• Outdoors Outdoors

Footage captures dramatic helicopter rescue of man caught in LA floods: '[He] entered the water to save his dog'

The safety of both the animal and human was at risk here.

The safety of both the animal and human was at risk here.

Photo Credit: LAFD

Heavy rainfall in California has led the Los Angeles River to surge, and authorities have captured dramatic video of the rescue of a man caught up in the swell.

What happened?

The Los Angeles Fire Department posted a video to Instagram (@LAFD) showing a helicopter rescue of a man battling a rapidly flowing river in the middle of a storm.

The BBC wrote that "the man had entered the water to save his dog," which was able to swim to safety. 

But the man was left stranded, struggling to stand as the river continued its furious flow. 

Thankfully, a helicopter team was able to get to the scene quickly, airlifting a rescuer down to grab the man and carry him up and out of the river and into the aircraft. 

He was taken to the local hospital, while the dog was found and transported to a shelter for care until its owner was fit and ready to collect.

Why is this concerning?

The safety of both the animal and human was at risk here, and luckily the LAFD had the resources available to complete a heroic rescue.

While the surging river looks dramatic, it's really doing what it's supposed to do. As long as it doesn't burst its banks during heavy rainfall, the river is helping to keep residents safe from flooding conditions.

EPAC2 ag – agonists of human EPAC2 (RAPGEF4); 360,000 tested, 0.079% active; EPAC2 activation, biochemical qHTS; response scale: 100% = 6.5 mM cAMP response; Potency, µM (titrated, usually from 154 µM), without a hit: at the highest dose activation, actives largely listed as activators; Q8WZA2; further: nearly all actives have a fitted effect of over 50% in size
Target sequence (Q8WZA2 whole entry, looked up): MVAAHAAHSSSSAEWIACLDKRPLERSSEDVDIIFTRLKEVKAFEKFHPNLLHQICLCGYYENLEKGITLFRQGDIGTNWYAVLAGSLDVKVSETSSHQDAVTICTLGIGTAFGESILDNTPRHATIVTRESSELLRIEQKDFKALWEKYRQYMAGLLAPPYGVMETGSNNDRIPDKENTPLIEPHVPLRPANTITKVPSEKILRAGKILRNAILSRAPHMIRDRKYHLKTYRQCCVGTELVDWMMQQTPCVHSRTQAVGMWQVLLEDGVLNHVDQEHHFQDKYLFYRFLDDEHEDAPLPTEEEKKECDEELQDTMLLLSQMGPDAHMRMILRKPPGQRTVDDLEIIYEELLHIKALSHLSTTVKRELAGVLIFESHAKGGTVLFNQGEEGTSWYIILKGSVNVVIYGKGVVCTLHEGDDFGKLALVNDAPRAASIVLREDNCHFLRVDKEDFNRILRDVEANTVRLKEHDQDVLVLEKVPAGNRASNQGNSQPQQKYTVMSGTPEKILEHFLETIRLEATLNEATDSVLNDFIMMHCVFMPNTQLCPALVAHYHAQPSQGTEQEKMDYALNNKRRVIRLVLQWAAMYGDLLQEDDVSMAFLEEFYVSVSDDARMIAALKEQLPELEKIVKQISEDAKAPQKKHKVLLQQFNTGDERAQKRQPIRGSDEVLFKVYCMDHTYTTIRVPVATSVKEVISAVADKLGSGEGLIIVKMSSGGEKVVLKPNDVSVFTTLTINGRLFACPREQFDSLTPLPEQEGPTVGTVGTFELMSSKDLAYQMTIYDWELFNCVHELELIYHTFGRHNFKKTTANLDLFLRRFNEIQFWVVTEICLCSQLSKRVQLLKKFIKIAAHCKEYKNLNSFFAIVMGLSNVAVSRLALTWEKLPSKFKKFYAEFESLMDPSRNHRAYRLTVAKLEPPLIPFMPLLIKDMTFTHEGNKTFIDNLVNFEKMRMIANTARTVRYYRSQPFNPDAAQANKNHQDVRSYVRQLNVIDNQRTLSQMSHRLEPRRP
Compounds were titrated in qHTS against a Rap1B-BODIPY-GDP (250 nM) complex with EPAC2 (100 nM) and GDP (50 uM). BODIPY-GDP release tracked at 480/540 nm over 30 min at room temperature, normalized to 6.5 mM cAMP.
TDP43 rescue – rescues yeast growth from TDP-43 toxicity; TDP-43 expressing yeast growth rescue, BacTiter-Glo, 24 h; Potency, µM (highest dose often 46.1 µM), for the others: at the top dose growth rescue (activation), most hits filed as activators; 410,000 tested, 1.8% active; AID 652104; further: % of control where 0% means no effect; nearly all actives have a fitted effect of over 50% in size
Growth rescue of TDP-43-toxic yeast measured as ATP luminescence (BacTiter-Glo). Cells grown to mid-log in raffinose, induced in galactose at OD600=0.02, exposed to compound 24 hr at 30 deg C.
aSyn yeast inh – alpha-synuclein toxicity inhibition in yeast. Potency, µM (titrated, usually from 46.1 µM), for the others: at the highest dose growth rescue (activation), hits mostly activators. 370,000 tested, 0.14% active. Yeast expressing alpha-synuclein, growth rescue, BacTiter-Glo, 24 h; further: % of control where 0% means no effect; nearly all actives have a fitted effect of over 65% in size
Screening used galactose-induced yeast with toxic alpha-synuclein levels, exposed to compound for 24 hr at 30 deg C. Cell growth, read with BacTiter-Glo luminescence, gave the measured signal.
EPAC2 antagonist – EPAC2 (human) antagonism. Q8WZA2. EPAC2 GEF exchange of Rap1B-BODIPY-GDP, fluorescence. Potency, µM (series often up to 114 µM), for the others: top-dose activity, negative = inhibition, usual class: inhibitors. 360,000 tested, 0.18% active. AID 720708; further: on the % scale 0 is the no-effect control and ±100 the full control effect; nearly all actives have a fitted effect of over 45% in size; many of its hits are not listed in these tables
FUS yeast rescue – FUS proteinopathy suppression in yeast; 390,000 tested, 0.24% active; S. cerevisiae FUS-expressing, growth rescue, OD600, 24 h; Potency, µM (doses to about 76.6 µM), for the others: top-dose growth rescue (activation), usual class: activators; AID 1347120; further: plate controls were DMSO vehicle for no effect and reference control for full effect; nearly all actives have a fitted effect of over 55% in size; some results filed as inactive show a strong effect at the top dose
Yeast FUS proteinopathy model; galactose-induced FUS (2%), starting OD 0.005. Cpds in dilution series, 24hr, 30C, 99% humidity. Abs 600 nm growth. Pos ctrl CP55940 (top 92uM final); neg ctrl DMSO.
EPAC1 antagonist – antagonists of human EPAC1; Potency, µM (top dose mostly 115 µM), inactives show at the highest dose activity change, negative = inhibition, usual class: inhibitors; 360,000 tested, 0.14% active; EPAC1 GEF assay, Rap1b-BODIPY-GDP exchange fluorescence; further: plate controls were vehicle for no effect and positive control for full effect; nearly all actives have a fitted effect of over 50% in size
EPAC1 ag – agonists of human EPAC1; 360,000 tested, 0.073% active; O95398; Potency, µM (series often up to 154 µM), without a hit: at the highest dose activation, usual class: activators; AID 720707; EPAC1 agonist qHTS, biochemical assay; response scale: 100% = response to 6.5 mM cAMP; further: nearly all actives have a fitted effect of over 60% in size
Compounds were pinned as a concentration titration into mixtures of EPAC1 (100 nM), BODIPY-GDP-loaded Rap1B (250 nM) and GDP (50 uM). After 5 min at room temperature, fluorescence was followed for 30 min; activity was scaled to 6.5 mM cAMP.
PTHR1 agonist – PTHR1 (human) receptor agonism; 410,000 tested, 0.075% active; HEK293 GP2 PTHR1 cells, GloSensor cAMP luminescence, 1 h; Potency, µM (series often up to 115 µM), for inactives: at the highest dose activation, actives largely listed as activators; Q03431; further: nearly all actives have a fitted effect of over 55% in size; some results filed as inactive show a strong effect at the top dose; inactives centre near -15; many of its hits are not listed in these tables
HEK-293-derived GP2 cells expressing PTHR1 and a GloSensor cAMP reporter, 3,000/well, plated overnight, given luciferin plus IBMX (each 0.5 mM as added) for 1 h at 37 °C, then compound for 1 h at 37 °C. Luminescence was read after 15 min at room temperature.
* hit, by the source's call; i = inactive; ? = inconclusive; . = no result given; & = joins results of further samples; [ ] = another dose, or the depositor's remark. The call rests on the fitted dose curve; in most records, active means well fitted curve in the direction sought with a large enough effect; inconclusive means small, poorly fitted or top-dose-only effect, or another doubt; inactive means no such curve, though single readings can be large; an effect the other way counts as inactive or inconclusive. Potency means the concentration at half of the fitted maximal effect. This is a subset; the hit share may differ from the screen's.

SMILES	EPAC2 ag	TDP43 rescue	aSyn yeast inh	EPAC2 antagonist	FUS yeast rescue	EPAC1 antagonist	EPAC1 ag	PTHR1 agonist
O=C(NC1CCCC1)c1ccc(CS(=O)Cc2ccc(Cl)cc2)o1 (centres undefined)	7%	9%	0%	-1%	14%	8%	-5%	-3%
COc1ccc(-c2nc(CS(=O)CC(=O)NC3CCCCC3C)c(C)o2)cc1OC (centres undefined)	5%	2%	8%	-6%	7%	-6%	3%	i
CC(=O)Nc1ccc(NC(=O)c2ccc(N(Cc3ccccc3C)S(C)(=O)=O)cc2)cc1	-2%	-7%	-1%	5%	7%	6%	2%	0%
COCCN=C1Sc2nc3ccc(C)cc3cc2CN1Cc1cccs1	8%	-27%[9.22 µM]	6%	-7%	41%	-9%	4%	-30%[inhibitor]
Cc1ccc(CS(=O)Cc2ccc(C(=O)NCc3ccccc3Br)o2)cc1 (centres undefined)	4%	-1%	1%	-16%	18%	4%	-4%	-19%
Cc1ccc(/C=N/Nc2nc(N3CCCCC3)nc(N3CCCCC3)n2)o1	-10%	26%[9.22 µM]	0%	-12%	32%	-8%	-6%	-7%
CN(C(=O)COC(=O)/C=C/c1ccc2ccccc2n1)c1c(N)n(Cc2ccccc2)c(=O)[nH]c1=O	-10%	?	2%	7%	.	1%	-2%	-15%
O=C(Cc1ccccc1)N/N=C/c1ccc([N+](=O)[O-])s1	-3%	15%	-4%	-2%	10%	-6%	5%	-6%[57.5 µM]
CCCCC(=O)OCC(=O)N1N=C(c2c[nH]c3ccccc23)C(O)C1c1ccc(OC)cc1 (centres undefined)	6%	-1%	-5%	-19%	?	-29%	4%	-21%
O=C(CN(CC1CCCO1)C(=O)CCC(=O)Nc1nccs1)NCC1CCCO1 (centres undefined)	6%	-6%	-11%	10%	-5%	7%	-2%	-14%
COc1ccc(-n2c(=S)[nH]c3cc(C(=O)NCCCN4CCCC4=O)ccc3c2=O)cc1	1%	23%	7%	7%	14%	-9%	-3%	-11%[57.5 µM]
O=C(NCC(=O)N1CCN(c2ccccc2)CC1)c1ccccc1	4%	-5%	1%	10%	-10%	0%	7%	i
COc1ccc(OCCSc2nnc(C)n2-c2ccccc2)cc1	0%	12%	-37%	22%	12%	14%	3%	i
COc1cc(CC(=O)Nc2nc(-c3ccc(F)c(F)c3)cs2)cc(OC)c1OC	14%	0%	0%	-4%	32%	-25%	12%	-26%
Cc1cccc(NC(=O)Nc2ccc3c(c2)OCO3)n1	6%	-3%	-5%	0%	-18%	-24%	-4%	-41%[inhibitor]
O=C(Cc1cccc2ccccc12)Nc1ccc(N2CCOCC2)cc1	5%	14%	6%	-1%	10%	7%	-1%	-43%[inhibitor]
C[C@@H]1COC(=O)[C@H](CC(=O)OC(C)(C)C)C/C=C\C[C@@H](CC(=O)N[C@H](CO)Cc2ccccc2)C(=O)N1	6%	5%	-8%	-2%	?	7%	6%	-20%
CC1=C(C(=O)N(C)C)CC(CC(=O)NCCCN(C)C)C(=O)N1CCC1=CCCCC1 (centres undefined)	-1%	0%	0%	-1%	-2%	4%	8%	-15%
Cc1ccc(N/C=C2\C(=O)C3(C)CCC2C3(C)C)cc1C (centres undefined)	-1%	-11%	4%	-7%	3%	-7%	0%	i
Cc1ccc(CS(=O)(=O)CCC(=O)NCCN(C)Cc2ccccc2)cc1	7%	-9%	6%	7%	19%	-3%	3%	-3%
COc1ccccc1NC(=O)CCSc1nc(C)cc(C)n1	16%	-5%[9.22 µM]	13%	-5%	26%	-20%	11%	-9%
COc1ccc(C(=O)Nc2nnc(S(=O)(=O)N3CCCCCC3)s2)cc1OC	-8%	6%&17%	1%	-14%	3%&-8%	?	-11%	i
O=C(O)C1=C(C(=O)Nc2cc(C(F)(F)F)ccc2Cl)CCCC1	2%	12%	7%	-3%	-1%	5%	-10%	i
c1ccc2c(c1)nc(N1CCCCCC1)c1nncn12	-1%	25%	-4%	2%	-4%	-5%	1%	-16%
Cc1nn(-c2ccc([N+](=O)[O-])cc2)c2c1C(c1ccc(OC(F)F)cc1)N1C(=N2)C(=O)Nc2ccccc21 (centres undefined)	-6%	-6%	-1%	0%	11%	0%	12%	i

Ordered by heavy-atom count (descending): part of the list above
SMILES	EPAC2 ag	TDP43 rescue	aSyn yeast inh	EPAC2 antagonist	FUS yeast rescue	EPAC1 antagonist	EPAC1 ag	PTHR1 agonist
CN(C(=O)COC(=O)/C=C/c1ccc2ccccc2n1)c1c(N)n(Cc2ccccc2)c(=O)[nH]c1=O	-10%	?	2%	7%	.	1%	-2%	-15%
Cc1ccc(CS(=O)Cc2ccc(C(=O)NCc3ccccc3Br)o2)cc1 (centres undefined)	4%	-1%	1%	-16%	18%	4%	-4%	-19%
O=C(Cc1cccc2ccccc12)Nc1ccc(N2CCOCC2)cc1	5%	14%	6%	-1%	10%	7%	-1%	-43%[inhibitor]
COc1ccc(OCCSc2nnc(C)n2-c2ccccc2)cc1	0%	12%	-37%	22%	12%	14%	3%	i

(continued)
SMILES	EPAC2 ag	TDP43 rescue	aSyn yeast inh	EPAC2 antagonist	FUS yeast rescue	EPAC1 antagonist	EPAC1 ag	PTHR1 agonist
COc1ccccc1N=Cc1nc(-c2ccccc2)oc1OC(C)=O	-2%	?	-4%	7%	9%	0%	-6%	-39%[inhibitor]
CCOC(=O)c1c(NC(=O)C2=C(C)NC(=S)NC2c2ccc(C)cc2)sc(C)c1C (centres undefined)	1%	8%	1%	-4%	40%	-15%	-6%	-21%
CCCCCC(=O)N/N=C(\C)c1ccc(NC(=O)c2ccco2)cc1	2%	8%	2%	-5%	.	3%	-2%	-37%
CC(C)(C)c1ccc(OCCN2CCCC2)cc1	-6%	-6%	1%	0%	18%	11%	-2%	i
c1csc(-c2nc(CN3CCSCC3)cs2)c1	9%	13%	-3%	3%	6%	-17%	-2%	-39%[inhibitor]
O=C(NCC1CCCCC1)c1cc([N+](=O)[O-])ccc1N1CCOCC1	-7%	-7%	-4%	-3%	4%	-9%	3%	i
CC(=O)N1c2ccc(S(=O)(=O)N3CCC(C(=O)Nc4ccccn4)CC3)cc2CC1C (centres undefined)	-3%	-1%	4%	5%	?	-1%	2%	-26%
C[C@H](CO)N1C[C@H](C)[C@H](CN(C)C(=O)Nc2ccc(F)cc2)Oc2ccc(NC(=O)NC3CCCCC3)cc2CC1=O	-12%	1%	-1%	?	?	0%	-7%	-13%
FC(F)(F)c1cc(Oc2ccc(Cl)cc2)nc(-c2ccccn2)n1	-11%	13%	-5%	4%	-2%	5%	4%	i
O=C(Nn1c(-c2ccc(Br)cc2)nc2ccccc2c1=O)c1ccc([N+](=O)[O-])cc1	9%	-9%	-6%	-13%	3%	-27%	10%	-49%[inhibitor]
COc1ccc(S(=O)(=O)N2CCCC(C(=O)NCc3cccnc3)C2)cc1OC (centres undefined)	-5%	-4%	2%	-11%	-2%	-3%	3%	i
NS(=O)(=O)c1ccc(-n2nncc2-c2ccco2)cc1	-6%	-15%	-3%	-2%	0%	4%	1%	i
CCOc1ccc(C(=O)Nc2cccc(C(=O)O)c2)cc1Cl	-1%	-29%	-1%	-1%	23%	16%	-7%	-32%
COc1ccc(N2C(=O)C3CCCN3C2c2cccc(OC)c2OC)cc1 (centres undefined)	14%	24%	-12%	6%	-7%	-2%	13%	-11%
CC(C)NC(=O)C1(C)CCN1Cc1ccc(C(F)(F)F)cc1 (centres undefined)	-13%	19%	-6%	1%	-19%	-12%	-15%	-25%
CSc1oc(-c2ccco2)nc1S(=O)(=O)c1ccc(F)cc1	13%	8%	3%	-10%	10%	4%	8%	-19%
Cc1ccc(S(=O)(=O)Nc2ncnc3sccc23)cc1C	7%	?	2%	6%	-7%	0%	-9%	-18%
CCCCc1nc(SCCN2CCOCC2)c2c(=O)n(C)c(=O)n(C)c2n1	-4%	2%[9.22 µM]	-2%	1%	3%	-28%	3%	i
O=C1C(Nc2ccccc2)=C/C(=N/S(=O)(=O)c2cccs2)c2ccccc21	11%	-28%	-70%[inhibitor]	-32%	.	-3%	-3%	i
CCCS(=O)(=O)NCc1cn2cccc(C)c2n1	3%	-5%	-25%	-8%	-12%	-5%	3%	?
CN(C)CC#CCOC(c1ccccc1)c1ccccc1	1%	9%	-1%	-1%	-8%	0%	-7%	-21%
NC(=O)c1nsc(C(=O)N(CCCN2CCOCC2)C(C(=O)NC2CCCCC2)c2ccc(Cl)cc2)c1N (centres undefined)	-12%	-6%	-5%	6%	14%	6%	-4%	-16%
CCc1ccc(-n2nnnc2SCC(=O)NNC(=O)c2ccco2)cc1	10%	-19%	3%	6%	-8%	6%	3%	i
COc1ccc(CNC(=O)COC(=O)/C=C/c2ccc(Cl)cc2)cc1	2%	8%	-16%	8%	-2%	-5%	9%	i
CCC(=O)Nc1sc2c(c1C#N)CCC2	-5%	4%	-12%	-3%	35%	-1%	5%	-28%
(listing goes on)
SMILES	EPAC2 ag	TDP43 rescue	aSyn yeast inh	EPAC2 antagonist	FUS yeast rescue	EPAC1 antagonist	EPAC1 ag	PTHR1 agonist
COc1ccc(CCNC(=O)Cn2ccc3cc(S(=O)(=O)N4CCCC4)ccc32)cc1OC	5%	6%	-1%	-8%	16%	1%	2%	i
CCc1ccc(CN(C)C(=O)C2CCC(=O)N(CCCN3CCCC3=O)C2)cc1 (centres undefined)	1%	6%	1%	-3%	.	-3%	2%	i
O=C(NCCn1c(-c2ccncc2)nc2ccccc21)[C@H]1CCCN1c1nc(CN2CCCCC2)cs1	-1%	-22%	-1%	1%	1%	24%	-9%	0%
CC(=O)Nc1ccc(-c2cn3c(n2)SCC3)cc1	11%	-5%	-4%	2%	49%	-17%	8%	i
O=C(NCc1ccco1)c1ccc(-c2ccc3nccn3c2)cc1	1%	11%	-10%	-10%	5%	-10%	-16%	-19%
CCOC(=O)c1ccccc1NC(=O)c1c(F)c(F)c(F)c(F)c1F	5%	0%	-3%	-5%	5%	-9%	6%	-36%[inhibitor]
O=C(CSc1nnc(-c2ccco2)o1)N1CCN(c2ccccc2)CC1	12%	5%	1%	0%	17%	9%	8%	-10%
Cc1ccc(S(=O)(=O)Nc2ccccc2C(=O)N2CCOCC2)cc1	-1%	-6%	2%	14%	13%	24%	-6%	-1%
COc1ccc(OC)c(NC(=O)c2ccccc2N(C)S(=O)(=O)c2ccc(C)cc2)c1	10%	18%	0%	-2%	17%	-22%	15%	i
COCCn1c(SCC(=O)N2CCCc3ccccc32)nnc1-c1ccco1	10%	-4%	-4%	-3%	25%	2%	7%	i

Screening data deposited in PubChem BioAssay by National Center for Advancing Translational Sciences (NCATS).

What's more concerning, though, is the amount of rainfall Californians have experienced in early February. 

Indeed, the Los Angeles Times reported the city had witnessed near-record levels of precipitation, and one of the main concerns following such a deluge is the mudslides and sediment flows that follow, which block flood-control infrastructure.

"We currently have more than 15 million cubic yards of sediment in our reservoirs," director of L.A. County Public Works Mark Pestrella told the L.A. Times. "If this pattern continues, it will be very difficult to keep up with the sediment." 

Pestrella noted the cost of removing the sediment is around $500 million.

And with storms becoming more intense as a result of human-caused global heating, there is concern for the city's flood defenses, too.

According to the L.A. Times, dams at Whittier Narrows, Prado, and Mojave River built to protect communities from flooding are structurally unsafe and at risk of collapse. The need to open the former dam's spillway, for example, could impact the homes and livelihood of 1 million people in the San Gabriel River floodplain.

What can be done to limit heavy rainfall events?

When the air is hotter, it's able to retain more moisture, which is why rainfall events are becoming more intense as the planet heats up.

Trying to limit the production of pollution that exacerbates the problem is essential. Even on a small scale, personal changes can make a difference, and they can encourage others to follow a similar course.

Using public transport, cycling, or walking instead of using a dirty-fuel-powered car for short journeys will limit the amount of planet-warming pollution you produce on a daily basis. Meanwhile, a family eating one plant-based meal a week can make a surprising impact, with Earth Day saying that it is equivalent to taking a car off the road for five weeks. 

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